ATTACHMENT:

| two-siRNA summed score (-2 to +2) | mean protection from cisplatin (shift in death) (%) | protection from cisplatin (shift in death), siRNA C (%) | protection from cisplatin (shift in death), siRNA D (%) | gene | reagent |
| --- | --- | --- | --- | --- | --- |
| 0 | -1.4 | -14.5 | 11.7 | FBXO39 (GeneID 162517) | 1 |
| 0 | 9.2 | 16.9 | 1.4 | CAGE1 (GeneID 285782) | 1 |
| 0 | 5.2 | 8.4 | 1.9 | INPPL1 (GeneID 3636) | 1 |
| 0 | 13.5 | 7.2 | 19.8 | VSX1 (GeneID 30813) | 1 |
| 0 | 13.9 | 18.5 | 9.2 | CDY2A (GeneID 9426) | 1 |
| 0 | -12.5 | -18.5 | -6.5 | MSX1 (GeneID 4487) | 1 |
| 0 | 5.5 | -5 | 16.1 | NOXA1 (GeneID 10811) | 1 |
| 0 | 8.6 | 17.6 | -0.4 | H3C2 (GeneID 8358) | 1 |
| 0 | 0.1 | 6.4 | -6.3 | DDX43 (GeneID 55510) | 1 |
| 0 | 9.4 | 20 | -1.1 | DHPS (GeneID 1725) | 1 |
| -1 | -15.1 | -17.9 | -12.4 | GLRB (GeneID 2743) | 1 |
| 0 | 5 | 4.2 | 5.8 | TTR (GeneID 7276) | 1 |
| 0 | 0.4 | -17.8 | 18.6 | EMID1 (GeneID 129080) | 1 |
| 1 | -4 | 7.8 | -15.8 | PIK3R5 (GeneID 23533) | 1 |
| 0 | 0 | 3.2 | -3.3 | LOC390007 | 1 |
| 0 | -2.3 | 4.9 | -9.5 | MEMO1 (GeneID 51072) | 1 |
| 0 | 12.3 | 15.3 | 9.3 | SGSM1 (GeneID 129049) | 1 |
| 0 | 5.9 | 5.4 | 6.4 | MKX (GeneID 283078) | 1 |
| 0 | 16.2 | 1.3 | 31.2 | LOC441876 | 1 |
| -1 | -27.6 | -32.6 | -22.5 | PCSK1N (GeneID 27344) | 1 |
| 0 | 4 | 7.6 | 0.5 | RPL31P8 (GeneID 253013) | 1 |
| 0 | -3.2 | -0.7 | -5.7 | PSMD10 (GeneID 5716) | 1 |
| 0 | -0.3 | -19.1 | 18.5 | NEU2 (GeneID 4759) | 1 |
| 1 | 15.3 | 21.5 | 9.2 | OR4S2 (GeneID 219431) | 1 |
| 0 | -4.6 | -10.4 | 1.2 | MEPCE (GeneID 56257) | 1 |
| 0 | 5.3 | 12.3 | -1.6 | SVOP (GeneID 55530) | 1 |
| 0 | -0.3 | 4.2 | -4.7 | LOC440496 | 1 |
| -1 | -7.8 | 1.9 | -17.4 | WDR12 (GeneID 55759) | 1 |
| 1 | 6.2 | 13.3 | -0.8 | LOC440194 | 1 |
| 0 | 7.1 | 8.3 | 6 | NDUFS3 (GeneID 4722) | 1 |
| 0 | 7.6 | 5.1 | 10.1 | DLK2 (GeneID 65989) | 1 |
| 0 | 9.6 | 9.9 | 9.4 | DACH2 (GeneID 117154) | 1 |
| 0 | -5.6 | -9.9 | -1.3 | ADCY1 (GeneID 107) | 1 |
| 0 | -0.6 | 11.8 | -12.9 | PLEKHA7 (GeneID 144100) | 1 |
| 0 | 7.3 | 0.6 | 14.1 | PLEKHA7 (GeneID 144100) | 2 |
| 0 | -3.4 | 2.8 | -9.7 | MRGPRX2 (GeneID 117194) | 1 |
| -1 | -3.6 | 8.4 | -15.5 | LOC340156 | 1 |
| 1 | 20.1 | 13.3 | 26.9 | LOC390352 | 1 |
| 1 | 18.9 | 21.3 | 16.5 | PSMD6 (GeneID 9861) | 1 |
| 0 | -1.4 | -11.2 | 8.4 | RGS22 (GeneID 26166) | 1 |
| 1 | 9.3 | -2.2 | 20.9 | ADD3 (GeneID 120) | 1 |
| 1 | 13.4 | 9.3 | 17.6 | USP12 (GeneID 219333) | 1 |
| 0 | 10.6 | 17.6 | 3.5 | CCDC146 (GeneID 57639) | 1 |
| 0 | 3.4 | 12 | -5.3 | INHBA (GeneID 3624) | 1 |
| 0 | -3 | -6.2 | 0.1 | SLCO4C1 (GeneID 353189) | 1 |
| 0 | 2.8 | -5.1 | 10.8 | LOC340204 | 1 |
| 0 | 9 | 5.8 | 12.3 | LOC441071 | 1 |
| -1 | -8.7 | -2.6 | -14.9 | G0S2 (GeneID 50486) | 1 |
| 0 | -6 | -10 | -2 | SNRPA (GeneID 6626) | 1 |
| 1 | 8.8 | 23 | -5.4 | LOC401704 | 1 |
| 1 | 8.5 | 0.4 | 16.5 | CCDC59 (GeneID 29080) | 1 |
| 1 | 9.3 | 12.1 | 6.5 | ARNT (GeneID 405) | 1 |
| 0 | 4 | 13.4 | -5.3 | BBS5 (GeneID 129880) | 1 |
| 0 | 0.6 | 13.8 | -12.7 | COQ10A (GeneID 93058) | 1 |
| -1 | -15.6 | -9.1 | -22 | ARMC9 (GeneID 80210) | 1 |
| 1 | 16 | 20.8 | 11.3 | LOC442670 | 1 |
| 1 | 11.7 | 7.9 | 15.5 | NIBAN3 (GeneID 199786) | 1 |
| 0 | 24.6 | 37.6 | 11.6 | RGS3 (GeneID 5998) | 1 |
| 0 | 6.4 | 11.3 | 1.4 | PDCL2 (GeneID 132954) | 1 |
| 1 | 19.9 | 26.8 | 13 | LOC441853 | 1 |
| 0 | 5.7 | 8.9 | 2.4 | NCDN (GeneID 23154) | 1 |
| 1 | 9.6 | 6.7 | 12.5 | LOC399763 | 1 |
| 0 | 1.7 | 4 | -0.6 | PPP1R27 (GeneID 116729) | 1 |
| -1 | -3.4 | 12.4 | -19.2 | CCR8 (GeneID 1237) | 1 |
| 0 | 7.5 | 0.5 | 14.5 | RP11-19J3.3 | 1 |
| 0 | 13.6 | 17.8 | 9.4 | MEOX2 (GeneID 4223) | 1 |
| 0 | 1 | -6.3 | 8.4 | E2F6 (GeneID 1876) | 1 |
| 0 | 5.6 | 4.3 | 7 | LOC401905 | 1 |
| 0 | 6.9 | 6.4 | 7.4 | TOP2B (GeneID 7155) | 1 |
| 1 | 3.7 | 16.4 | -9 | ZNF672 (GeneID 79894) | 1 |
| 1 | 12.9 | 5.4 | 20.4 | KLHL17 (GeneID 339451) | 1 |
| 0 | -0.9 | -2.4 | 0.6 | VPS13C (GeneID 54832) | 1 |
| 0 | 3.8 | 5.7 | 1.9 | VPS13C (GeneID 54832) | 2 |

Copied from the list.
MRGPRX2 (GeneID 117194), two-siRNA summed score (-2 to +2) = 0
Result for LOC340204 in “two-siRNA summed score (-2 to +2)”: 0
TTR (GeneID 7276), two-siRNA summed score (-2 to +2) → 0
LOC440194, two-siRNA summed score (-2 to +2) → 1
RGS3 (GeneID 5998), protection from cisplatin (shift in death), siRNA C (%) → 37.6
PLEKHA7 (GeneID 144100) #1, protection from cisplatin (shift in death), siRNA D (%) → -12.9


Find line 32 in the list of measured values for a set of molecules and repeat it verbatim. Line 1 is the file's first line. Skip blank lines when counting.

| 0 | 7.1 | 8.3 | 6 | NDUFS3 (GeneID 4722) | 1 |